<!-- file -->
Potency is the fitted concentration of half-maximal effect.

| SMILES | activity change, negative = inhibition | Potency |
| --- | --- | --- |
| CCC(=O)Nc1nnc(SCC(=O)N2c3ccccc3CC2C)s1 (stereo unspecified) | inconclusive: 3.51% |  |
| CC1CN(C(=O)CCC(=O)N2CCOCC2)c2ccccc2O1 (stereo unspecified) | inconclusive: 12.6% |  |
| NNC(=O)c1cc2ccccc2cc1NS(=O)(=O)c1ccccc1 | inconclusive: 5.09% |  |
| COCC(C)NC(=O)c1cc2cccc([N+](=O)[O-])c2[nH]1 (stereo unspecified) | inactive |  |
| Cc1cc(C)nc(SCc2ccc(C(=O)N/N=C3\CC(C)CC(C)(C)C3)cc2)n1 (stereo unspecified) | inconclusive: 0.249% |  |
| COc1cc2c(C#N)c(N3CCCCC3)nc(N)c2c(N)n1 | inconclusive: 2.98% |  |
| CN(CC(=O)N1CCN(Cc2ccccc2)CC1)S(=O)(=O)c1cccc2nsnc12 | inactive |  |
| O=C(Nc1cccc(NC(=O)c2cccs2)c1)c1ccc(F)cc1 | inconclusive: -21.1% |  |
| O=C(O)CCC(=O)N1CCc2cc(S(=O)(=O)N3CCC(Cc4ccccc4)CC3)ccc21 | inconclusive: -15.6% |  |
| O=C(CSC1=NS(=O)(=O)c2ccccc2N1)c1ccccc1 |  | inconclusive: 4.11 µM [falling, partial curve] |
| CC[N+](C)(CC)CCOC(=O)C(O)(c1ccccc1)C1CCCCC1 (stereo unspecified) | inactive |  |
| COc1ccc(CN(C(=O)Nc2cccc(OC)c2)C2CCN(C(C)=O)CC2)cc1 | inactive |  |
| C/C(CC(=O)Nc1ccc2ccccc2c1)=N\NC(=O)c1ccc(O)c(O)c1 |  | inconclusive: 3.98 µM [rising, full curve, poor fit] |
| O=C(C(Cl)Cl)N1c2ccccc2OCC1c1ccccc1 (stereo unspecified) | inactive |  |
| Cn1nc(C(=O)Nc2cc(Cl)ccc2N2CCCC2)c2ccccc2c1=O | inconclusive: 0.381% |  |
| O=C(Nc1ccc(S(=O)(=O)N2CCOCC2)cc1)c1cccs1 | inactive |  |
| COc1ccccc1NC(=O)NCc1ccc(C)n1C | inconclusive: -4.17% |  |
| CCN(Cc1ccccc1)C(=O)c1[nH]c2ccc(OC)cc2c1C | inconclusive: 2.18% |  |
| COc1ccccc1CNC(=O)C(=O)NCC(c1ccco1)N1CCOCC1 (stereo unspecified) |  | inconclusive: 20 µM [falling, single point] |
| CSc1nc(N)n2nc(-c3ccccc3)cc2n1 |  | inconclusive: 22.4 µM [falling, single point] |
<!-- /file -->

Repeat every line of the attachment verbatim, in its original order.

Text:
Potency is the fitted concentration of half-maximal effect.

| SMILES | activity change, negative = inhibition | Potency |
| --- | --- | --- |
| CCC(=O)Nc1nnc(SCC(=O)N2c3ccccc3CC2C)s1 (stereo unspecified) | inconclusive: 3.51% |  |
| CC1CN(C(=O)CCC(=O)N2CCOCC2)c2ccccc2O1 (stereo unspecified) | inconclusive: 12.6% |  |
| NNC(=O)c1cc2ccccc2cc1NS(=O)(=O)c1ccccc1 | inconclusive: 5.09% |  |
| COCC(C)NC(=O)c1cc2cccc([N+](=O)[O-])c2[nH]1 (stereo unspecified) | inactive |  |
| Cc1cc(C)nc(SCc2ccc(C(=O)N/N=C3\CC(C)CC(C)(C)C3)cc2)n1 (stereo unspecified) | inconclusive: 0.249% |  |
| COc1cc2c(C#N)c(N3CCCCC3)nc(N)c2c(N)n1 | inconclusive: 2.98% |  |
| CN(CC(=O)N1CCN(Cc2ccccc2)CC1)S(=O)(=O)c1cccc2nsnc12 | inactive |  |
| O=C(Nc1cccc(NC(=O)c2cccs2)c1)c1ccc(F)cc1 | inconclusive: -21.1% |  |
| O=C(O)CCC(=O)N1CCc2cc(S(=O)(=O)N3CCC(Cc4ccccc4)CC3)ccc21 | inconclusive: -15.6% |  |
| O=C(CSC1=NS(=O)(=O)c2ccccc2N1)c1ccccc1 |  | inconclusive: 4.11 µM [falling, partial curve] |
| CC[N+](C)(CC)CCOC(=O)C(O)(c1ccccc1)C1CCCCC1 (stereo unspecified) | inactive |  |
| COc1ccc(CN(C(=O)Nc2cccc(OC)c2)C2CCN(C(C)=O)CC2)cc1 | inactive |  |
| C/C(CC(=O)Nc1ccc2ccccc2c1)=N\NC(=O)c1ccc(O)c(O)c1 |  | inconclusive: 3.98 µM [rising, full curve, poor fit] |
| O=C(C(Cl)Cl)N1c2ccccc2OCC1c1ccccc1 (stereo unspecified) | inactive |  |
| Cn1nc(C(=O)Nc2cc(Cl)ccc2N2CCCC2)c2ccccc2c1=O | inconclusive: 0.381% |  |
| O=C(Nc1ccc(S(=O)(=O)N2CCOCC2)cc1)c1cccs1 | inactive |  |
| COc1ccccc1NC(=O)NCc1ccc(C)n1C | inconclusive: -4.17% |  |
| CCN(Cc1ccccc1)C(=O)c1[nH]c2ccc(OC)cc2c1C | inconclusive: 2.18% |  |
| COc1ccccc1CNC(=O)C(=O)NCC(c1ccco1)N1CCOCC1 (stereo unspecified) |  | inconclusive: 20 µM [falling, single point] |
| CSc1nc(N)n2nc(-c3ccccc3)cc2n1 |  | inconclusive: 22.4 µM [falling, single point] |